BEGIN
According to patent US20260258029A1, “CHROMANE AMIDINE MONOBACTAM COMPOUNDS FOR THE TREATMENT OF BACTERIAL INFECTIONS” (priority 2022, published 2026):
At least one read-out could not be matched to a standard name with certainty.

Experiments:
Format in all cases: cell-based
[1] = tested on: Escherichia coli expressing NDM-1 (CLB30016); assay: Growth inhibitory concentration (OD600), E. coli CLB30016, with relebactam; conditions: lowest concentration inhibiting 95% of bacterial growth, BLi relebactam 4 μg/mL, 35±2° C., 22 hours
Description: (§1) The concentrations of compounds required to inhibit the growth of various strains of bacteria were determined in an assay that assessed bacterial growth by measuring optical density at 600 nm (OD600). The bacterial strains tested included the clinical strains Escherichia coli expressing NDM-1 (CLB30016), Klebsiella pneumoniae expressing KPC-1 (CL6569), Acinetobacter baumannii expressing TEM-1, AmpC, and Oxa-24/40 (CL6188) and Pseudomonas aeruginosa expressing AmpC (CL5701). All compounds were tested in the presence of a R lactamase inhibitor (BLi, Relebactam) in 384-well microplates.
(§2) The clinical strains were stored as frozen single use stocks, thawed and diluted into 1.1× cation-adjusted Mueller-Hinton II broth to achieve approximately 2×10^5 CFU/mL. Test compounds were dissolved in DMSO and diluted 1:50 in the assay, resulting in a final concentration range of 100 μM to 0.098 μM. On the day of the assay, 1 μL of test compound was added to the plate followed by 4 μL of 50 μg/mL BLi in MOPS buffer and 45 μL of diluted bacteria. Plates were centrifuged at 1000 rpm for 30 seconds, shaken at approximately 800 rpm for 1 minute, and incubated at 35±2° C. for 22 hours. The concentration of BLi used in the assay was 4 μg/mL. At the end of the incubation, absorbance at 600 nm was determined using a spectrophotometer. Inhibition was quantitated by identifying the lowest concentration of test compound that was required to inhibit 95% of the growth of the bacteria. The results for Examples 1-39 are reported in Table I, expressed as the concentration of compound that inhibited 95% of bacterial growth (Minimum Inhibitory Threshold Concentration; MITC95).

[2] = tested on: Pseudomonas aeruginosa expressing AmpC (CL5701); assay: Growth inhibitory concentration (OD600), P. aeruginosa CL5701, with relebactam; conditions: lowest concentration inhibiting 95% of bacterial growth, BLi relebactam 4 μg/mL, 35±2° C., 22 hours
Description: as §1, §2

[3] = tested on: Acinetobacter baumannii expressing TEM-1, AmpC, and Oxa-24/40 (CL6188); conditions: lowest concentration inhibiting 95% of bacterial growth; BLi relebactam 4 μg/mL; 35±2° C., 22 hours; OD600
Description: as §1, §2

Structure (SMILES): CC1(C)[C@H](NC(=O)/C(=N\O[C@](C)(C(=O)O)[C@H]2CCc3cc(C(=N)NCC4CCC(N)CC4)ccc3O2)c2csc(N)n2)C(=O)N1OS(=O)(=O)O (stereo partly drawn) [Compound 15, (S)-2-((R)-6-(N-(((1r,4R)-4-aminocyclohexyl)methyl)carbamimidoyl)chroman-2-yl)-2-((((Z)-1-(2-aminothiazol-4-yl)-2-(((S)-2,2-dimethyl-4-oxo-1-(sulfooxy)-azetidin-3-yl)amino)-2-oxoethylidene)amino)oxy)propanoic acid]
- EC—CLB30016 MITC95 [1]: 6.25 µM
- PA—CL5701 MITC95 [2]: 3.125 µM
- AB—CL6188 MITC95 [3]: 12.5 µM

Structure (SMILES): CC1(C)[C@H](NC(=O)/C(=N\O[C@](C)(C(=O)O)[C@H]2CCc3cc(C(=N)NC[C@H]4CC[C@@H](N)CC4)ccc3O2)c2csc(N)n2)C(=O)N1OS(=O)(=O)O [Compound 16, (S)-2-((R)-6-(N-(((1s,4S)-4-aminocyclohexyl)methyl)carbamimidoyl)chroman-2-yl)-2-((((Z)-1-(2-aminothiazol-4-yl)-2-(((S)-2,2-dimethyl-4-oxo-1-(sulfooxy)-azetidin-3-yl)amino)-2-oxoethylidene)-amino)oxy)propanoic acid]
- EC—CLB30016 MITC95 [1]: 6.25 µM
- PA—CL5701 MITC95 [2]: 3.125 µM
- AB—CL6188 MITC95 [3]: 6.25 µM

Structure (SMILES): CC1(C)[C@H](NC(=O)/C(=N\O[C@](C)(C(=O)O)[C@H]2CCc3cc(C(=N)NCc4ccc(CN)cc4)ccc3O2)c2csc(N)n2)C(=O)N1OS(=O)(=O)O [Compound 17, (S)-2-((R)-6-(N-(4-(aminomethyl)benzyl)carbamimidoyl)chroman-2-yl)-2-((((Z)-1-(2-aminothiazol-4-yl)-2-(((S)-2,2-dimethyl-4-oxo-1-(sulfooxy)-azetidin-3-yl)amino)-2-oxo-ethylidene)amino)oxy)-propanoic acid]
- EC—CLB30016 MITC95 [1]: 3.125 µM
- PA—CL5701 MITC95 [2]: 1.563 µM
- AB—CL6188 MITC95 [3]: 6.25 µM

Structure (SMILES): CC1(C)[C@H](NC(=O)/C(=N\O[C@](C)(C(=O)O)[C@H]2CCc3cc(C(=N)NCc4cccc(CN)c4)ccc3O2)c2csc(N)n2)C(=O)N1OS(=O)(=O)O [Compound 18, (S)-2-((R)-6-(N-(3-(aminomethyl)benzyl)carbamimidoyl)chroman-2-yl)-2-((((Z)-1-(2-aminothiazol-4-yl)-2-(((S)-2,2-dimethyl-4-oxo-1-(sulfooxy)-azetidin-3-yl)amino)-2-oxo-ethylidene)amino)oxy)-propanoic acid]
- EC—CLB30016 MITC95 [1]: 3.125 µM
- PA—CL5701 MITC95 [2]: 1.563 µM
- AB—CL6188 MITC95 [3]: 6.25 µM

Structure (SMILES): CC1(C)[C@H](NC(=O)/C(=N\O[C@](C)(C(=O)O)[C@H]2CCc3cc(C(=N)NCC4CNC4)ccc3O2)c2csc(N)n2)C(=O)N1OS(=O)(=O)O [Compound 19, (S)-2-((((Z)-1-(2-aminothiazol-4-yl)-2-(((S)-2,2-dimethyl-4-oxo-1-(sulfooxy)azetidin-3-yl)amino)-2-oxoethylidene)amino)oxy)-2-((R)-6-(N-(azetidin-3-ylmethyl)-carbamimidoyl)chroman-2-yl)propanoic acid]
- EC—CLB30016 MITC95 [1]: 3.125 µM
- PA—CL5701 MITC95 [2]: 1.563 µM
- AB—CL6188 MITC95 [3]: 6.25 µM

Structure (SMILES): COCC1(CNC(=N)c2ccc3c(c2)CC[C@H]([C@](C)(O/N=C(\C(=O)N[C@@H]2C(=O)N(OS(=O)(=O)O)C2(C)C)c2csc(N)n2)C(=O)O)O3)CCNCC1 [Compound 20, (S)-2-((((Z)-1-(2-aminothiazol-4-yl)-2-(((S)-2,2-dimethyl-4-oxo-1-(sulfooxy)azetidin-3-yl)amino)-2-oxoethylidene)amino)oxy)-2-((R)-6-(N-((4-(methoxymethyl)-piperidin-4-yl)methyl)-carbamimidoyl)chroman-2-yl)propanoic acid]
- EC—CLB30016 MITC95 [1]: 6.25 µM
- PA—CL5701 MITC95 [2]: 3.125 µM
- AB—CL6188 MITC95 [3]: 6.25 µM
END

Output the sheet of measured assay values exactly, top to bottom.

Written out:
According to patent US20260258029A1, “CHROMANE AMIDINE MONOBACTAM COMPOUNDS FOR THE TREATMENT OF BACTERIAL INFECTIONS” (priority 2022, published 2026):
At least one read-out could not be matched to a standard name with certainty.

Experiments:
Format in all cases: cell-based
[1] = tested on: Escherichia coli expressing NDM-1 (CLB30016); assay: Growth inhibitory concentration (OD600), E. coli CLB30016, with relebactam; conditions: lowest concentration inhibiting 95% of bacterial growth, BLi relebactam 4 μg/mL, 35±2° C., 22 hours
Description: (§1) The concentrations of compounds required to inhibit the growth of various strains of bacteria were determined in an assay that assessed bacterial growth by measuring optical density at 600 nm (OD600). The bacterial strains tested included the clinical strains Escherichia coli expressing NDM-1 (CLB30016), Klebsiella pneumoniae expressing KPC-1 (CL6569), Acinetobacter baumannii expressing TEM-1, AmpC, and Oxa-24/40 (CL6188) and Pseudomonas aeruginosa expressing AmpC (CL5701). All compounds were tested in the presence of a R lactamase inhibitor (BLi, Relebactam) in 384-well microplates.
(§2) The clinical strains were stored as frozen single use stocks, thawed and diluted into 1.1× cation-adjusted Mueller-Hinton II broth to achieve approximately 2×10^5 CFU/mL. Test compounds were dissolved in DMSO and diluted 1:50 in the assay, resulting in a final concentration range of 100 μM to 0.098 μM. On the day of the assay, 1 μL of test compound was added to the plate followed by 4 μL of 50 μg/mL BLi in MOPS buffer and 45 μL of diluted bacteria. Plates were centrifuged at 1000 rpm for 30 seconds, shaken at approximately 800 rpm for 1 minute, and incubated at 35±2° C. for 22 hours. The concentration of BLi used in the assay was 4 μg/mL. At the end of the incubation, absorbance at 600 nm was determined using a spectrophotometer. Inhibition was quantitated by identifying the lowest concentration of test compound that was required to inhibit 95% of the growth of the bacteria. The results for Examples 1-39 are reported in Table I, expressed as the concentration of compound that inhibited 95% of bacterial growth (Minimum Inhibitory Threshold Concentration; MITC95).

[2] = tested on: Pseudomonas aeruginosa expressing AmpC (CL5701); assay: Growth inhibitory concentration (OD600), P. aeruginosa CL5701, with relebactam; conditions: lowest concentration inhibiting 95% of bacterial growth, BLi relebactam 4 μg/mL, 35±2° C., 22 hours
Description: as §1, §2

[3] = tested on: Acinetobacter baumannii expressing TEM-1, AmpC, and Oxa-24/40 (CL6188); conditions: lowest concentration inhibiting 95% of bacterial growth; BLi relebactam 4 μg/mL; 35±2° C., 22 hours; OD600
Description: as §1, §2

Structure (SMILES): CC1(C)[C@H](NC(=O)/C(=N\O[C@](C)(C(=O)O)[C@H]2CCc3cc(C(=N)NCC4CCC(N)CC4)ccc3O2)c2csc(N)n2)C(=O)N1OS(=O)(=O)O (stereo partly drawn) [Compound 15, (S)-2-((R)-6-(N-(((1r,4R)-4-aminocyclohexyl)methyl)carbamimidoyl)chroman-2-yl)-2-((((Z)-1-(2-aminothiazol-4-yl)-2-(((S)-2,2-dimethyl-4-oxo-1-(sulfooxy)-azetidin-3-yl)amino)-2-oxoethylidene)amino)oxy)propanoic acid]
- EC—CLB30016 MITC95 [1]: 6.25 µM
- PA—CL5701 MITC95 [2]: 3.125 µM
- AB—CL6188 MITC95 [3]: 12.5 µM

Structure (SMILES): CC1(C)[C@H](NC(=O)/C(=N\O[C@](C)(C(=O)O)[C@H]2CCc3cc(C(=N)NC[C@H]4CC[C@@H](N)CC4)ccc3O2)c2csc(N)n2)C(=O)N1OS(=O)(=O)O [Compound 16, (S)-2-((R)-6-(N-(((1s,4S)-4-aminocyclohexyl)methyl)carbamimidoyl)chroman-2-yl)-2-((((Z)-1-(2-aminothiazol-4-yl)-2-(((S)-2,2-dimethyl-4-oxo-1-(sulfooxy)-azetidin-3-yl)amino)-2-oxoethylidene)-amino)oxy)propanoic acid]
- EC—CLB30016 MITC95 [1]: 6.25 µM
- PA—CL5701 MITC95 [2]: 3.125 µM
- AB—CL6188 MITC95 [3]: 6.25 µM

Structure (SMILES): CC1(C)[C@H](NC(=O)/C(=N\O[C@](C)(C(=O)O)[C@H]2CCc3cc(C(=N)NCc4ccc(CN)cc4)ccc3O2)c2csc(N)n2)C(=O)N1OS(=O)(=O)O [Compound 17, (S)-2-((R)-6-(N-(4-(aminomethyl)benzyl)carbamimidoyl)chroman-2-yl)-2-((((Z)-1-(2-aminothiazol-4-yl)-2-(((S)-2,2-dimethyl-4-oxo-1-(sulfooxy)-azetidin-3-yl)amino)-2-oxo-ethylidene)amino)oxy)-propanoic acid]
- EC—CLB30016 MITC95 [1]: 3.125 µM
- PA—CL5701 MITC95 [2]: 1.563 µM
- AB—CL6188 MITC95 [3]: 6.25 µM

Structure (SMILES): CC1(C)[C@H](NC(=O)/C(=N\O[C@](C)(C(=O)O)[C@H]2CCc3cc(C(=N)NCc4cccc(CN)c4)ccc3O2)c2csc(N)n2)C(=O)N1OS(=O)(=O)O [Compound 18, (S)-2-((R)-6-(N-(3-(aminomethyl)benzyl)carbamimidoyl)chroman-2-yl)-2-((((Z)-1-(2-aminothiazol-4-yl)-2-(((S)-2,2-dimethyl-4-oxo-1-(sulfooxy)-azetidin-3-yl)amino)-2-oxo-ethylidene)amino)oxy)-propanoic acid]
- EC—CLB30016 MITC95 [1]: 3.125 µM
- PA—CL5701 MITC95 [2]: 1.563 µM
- AB—CL6188 MITC95 [3]: 6.25 µM

Structure (SMILES): CC1(C)[C@H](NC(=O)/C(=N\O[C@](C)(C(=O)O)[C@H]2CCc3cc(C(=N)NCC4CNC4)ccc3O2)c2csc(N)n2)C(=O)N1OS(=O)(=O)O [Compound 19, (S)-2-((((Z)-1-(2-aminothiazol-4-yl)-2-(((S)-2,2-dimethyl-4-oxo-1-(sulfooxy)azetidin-3-yl)amino)-2-oxoethylidene)amino)oxy)-2-((R)-6-(N-(azetidin-3-ylmethyl)-carbamimidoyl)chroman-2-yl)propanoic acid]
- EC—CLB30016 MITC95 [1]: 3.125 µM
- PA—CL5701 MITC95 [2]: 1.563 µM
- AB—CL6188 MITC95 [3]: 6.25 µM

Structure (SMILES): COCC1(CNC(=N)c2ccc3c(c2)CC[C@H]([C@](C)(O/N=C(\C(=O)N[C@@H]2C(=O)N(OS(=O)(=O)O)C2(C)C)c2csc(N)n2)C(=O)O)O3)CCNCC1 [Compound 20, (S)-2-((((Z)-1-(2-aminothiazol-4-yl)-2-(((S)-2,2-dimethyl-4-oxo-1-(sulfooxy)azetidin-3-yl)amino)-2-oxoethylidene)amino)oxy)-2-((R)-6-(N-((4-(methoxymethyl)-piperidin-4-yl)methyl)-carbamimidoyl)chroman-2-yl)propanoic acid]
- EC—CLB30016 MITC95 [1]: 6.25 µM
- PA—CL5701 MITC95 [2]: 3.125 µM
- AB—CL6188 MITC95 [3]: 6.25 µM